The United States basic and applied research market remains very large, amounting to nearly $200 billion per year, and we are optimistic on the prospects of the International Space Station (ISS) U.S. National Laboratory and broader low Earth orbit (LEO)-based research to gain an increasing importance in this spending mix. Over decades of space exploration, we have seen the range of space-based research applications and technology platforms expand substantially across technology development, life sciences, physical sciences, and remote sensing areas, and we are seeing continued strengthening of the ecosystem to execute and de-risk ISS-based projects.
As widely discussed, the space industry’s launch, upmass, and downmass capabilities are continuing to increase. And while costs have still meaningful potential to decline, we see the economics of space-based research as already increasingly attractive in terms of return on capital, as reflected in the ability to unlock revenue opportunities and reduce project uncertainties and costs. We have provided some of our observations and thoughts below.
United States R&D Investment Snapshot
Every year U.S.-based companies as well as our federal and state governments spend sizable resources toward R&D, delivering scientific achievements and enhancing the country’s growth and competitiveness. This spending amounted to a total of $538 billion in 2017, per R&D Magazine data, and is expected to grow by nearly 3% in 2018. Private industry funded approximately 65% ($348 billion) of this research and development (R&D) spending in 2017 and federal government, public, and academic institutions contributed the remaining 35% ($190 billion). In 2018, approximately 17% of this spending is expected to fund basic research and 19% applied research, while 64% is expected to be directed toward development activities. Private industry R&D accounted for only 22% of basic research spending in 2017 (R&D Magazine estimates, versus 56% from academic institutions) but was responsible for 64% of applied research and 87% of development spending.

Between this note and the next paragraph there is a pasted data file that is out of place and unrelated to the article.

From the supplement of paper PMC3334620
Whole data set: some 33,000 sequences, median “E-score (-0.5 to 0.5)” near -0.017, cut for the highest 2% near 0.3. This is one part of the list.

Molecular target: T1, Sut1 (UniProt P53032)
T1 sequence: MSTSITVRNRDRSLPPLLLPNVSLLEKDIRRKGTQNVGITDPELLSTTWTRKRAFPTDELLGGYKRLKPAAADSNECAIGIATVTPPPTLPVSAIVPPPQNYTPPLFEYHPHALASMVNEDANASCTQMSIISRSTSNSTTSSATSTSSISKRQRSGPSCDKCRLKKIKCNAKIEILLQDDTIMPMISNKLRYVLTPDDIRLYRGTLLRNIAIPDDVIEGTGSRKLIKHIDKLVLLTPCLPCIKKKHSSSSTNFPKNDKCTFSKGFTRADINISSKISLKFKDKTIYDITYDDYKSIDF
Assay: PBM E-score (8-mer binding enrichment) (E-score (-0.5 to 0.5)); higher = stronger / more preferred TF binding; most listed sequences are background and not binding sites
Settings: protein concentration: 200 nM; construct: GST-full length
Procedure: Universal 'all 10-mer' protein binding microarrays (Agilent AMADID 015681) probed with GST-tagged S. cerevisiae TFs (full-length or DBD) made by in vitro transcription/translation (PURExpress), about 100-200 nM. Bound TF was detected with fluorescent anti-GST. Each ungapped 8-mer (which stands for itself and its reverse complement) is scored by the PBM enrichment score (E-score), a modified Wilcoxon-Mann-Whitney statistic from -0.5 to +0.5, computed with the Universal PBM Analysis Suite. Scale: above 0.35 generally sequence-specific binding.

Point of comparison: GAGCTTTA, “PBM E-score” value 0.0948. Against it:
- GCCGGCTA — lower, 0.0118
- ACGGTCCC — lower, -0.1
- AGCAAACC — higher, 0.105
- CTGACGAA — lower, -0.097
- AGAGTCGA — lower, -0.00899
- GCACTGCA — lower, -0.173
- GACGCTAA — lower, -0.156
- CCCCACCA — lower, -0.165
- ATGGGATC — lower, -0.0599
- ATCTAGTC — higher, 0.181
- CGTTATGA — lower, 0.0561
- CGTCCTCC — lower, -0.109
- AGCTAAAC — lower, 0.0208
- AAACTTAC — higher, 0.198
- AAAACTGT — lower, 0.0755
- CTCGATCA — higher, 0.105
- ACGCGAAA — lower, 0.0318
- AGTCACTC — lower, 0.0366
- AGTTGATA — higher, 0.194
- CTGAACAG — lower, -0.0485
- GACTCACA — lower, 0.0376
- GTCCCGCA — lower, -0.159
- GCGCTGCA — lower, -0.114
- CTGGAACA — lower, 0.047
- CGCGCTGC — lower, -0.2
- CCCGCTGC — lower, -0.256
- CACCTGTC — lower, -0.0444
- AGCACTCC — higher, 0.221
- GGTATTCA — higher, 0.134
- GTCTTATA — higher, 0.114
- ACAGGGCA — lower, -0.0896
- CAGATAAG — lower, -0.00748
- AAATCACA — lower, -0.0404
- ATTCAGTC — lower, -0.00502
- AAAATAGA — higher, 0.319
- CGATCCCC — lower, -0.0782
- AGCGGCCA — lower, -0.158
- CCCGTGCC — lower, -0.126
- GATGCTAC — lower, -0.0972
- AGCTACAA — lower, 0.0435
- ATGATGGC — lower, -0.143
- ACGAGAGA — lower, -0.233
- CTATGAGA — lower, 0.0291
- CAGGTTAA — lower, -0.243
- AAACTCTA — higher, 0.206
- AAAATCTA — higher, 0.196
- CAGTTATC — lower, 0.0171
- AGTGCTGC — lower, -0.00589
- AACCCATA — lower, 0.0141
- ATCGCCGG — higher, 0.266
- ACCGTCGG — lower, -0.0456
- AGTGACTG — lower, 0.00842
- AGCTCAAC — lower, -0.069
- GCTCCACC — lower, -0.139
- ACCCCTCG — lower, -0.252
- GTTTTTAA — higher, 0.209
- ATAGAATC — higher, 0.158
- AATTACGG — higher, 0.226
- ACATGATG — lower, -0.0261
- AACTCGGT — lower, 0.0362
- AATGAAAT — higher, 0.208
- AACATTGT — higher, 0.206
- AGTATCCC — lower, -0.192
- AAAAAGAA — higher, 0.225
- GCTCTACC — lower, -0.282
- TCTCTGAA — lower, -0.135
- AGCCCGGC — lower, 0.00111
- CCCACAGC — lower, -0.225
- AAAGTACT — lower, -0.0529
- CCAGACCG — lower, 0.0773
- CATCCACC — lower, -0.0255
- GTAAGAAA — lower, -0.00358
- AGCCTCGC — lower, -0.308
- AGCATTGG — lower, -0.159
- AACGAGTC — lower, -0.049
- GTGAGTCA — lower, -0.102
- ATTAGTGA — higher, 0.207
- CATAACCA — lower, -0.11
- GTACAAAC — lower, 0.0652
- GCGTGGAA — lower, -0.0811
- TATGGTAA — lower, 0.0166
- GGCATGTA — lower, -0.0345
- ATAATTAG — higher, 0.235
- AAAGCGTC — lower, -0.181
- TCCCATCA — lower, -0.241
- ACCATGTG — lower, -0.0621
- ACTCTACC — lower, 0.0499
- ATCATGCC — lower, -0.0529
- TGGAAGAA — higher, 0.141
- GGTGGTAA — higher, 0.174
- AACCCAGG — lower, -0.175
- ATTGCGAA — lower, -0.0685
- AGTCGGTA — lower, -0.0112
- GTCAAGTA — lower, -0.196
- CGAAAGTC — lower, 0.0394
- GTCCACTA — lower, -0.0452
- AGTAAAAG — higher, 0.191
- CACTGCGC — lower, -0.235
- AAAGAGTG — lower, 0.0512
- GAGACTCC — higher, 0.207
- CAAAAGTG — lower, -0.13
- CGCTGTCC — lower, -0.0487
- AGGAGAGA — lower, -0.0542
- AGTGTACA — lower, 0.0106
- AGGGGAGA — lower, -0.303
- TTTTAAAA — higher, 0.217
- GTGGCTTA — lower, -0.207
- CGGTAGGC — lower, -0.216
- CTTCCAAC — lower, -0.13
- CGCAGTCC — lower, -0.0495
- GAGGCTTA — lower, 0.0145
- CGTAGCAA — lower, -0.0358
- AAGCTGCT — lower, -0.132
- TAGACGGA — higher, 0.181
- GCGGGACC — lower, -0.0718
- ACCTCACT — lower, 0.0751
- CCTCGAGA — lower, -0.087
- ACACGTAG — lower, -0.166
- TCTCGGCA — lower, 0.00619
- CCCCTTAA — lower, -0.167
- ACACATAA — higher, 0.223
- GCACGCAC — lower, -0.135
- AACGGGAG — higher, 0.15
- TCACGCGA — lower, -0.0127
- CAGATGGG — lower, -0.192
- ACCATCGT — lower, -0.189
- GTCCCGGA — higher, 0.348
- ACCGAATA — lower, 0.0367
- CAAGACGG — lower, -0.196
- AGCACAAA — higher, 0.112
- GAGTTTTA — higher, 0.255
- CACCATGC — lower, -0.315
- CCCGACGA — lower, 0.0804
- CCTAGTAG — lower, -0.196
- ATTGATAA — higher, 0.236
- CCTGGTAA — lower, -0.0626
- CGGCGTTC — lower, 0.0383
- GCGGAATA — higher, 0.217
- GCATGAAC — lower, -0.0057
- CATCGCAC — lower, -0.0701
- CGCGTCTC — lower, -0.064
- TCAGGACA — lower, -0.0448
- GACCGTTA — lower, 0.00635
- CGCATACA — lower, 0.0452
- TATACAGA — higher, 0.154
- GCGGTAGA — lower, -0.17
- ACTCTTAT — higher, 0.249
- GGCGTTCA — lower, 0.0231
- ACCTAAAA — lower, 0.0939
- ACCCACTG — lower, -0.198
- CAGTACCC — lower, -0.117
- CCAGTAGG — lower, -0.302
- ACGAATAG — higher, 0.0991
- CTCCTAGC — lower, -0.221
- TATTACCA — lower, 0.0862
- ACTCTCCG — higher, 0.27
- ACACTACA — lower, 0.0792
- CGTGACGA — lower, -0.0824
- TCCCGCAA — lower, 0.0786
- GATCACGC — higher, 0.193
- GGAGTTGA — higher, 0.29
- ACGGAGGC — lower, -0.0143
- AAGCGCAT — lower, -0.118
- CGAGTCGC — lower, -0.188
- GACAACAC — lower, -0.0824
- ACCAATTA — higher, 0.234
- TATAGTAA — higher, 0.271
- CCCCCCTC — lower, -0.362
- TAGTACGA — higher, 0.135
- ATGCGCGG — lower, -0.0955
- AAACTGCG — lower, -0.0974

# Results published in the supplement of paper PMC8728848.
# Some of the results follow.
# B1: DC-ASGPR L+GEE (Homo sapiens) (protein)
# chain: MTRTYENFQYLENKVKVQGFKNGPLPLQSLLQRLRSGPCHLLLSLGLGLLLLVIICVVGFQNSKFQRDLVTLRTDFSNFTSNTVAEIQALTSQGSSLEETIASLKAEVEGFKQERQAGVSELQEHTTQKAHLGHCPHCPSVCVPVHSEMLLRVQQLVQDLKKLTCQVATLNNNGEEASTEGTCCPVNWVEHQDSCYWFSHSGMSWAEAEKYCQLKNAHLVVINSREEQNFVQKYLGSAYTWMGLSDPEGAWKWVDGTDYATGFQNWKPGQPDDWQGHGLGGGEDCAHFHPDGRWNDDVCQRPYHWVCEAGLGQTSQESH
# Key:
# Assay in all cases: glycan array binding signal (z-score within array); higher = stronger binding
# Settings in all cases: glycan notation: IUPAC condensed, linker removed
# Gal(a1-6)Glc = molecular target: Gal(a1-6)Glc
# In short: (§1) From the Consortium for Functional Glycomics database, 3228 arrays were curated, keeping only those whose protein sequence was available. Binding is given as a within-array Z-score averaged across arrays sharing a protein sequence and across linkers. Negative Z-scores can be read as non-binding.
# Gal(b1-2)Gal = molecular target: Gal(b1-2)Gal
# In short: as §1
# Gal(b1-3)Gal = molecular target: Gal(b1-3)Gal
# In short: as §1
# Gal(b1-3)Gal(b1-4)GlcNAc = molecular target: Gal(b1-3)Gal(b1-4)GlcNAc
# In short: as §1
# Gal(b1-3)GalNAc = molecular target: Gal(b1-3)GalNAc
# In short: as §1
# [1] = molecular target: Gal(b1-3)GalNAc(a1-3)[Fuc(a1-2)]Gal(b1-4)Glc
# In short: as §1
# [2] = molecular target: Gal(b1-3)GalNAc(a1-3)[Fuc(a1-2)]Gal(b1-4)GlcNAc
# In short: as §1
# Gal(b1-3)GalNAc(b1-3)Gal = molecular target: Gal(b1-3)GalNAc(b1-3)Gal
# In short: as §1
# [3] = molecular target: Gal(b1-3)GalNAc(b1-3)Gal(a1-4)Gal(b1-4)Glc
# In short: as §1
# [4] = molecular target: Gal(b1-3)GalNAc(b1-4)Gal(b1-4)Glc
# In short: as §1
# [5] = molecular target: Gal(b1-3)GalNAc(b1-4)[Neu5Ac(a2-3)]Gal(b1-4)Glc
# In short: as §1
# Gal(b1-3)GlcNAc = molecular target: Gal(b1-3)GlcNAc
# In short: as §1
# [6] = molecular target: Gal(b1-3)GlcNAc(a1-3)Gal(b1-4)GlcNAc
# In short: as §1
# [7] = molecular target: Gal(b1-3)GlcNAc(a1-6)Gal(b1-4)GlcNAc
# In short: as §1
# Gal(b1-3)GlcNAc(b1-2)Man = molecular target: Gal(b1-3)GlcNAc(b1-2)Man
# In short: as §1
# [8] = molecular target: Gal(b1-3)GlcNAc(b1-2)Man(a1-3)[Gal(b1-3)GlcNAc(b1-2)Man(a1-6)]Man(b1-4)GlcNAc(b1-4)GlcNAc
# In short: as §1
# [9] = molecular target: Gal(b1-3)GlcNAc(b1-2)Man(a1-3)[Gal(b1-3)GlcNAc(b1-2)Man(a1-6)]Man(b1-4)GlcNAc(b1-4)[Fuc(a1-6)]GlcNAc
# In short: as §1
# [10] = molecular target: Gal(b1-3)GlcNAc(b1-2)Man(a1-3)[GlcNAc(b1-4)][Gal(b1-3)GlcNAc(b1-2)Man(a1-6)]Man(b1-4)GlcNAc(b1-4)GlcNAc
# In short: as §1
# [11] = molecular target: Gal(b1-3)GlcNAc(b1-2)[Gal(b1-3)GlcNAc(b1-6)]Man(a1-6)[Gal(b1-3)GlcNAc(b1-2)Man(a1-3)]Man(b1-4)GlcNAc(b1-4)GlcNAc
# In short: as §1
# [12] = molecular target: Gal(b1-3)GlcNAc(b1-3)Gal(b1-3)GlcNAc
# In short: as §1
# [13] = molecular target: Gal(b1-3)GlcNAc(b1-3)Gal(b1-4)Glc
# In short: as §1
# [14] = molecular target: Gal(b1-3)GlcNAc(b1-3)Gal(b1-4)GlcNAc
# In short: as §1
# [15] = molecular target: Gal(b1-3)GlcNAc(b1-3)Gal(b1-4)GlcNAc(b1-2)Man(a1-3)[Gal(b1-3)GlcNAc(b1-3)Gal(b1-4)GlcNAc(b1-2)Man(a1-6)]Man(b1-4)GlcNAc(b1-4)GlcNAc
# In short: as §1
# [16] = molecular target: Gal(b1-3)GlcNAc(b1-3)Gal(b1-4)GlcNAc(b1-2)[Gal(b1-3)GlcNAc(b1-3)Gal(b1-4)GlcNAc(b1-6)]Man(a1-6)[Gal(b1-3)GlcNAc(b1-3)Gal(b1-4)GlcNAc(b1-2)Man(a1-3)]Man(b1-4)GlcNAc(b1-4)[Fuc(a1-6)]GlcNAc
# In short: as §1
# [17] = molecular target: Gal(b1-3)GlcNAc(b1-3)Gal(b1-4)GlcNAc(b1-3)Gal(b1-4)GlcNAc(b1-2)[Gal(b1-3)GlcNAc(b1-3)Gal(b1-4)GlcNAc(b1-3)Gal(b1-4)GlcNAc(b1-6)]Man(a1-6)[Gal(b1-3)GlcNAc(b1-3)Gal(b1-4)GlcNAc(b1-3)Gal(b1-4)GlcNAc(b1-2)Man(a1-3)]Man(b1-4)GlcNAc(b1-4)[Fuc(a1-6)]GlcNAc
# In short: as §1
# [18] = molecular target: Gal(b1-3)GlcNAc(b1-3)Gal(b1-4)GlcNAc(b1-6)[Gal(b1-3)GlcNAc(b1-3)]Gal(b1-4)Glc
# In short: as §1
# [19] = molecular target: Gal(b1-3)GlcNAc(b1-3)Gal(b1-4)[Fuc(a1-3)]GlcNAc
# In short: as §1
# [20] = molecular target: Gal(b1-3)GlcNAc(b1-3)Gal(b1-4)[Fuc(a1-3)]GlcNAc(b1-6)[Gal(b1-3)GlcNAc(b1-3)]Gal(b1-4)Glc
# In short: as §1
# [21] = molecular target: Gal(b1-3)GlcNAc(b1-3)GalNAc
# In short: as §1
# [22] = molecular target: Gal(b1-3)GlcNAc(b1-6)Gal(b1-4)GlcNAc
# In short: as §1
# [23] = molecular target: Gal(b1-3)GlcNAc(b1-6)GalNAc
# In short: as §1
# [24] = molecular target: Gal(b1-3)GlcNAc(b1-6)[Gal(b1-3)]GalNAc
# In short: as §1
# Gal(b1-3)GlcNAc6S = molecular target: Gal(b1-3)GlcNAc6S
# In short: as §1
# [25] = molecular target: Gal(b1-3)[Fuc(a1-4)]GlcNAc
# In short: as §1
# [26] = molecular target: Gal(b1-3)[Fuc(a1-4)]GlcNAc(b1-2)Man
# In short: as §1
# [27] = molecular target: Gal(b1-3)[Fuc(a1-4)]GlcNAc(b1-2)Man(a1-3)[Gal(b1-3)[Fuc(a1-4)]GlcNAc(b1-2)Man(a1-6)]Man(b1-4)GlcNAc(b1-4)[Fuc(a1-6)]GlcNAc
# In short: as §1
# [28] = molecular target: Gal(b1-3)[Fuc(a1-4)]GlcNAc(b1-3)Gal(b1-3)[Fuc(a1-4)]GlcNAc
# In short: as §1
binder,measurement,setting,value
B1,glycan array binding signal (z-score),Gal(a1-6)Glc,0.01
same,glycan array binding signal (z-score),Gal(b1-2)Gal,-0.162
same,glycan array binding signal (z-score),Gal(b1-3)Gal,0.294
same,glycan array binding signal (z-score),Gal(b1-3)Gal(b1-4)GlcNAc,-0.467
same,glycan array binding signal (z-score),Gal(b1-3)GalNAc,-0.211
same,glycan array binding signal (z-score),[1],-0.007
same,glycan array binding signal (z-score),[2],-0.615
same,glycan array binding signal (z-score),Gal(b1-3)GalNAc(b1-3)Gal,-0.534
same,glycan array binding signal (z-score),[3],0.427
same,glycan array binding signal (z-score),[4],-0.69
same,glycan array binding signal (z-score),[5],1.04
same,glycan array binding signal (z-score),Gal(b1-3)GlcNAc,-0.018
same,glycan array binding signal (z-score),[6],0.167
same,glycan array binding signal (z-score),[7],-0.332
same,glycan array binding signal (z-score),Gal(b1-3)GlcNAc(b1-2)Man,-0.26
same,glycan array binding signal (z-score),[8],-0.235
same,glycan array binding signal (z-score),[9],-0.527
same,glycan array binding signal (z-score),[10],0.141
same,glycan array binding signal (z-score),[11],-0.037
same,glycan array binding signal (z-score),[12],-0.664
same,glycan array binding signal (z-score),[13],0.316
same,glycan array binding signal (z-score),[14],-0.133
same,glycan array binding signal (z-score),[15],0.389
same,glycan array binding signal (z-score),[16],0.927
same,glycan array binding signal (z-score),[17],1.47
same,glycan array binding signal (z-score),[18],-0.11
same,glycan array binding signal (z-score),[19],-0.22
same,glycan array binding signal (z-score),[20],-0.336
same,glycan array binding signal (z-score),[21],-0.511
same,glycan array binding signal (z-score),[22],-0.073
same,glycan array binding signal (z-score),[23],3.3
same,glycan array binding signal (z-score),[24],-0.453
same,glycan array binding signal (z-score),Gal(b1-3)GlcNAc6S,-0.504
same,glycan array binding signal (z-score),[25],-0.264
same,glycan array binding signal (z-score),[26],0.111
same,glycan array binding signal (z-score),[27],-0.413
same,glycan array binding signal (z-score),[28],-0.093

Within private industry, the largest R&D spending areas are information and communications technologies, which accounts for approximately 35% of the total expenditure, and life sciences, which accounts for more than 20%. The automotive industry accounts for approximately 10%, and aerospace/defense and advanced materials are both individually approaching mid-single-digit share in the industry R&D spending mix. Drilling further down, of the pharmaceutical industry R&D spending of $53 billion in the U.S. in 2014, approximately 22% ($11 billion) was directed toward preclinical research.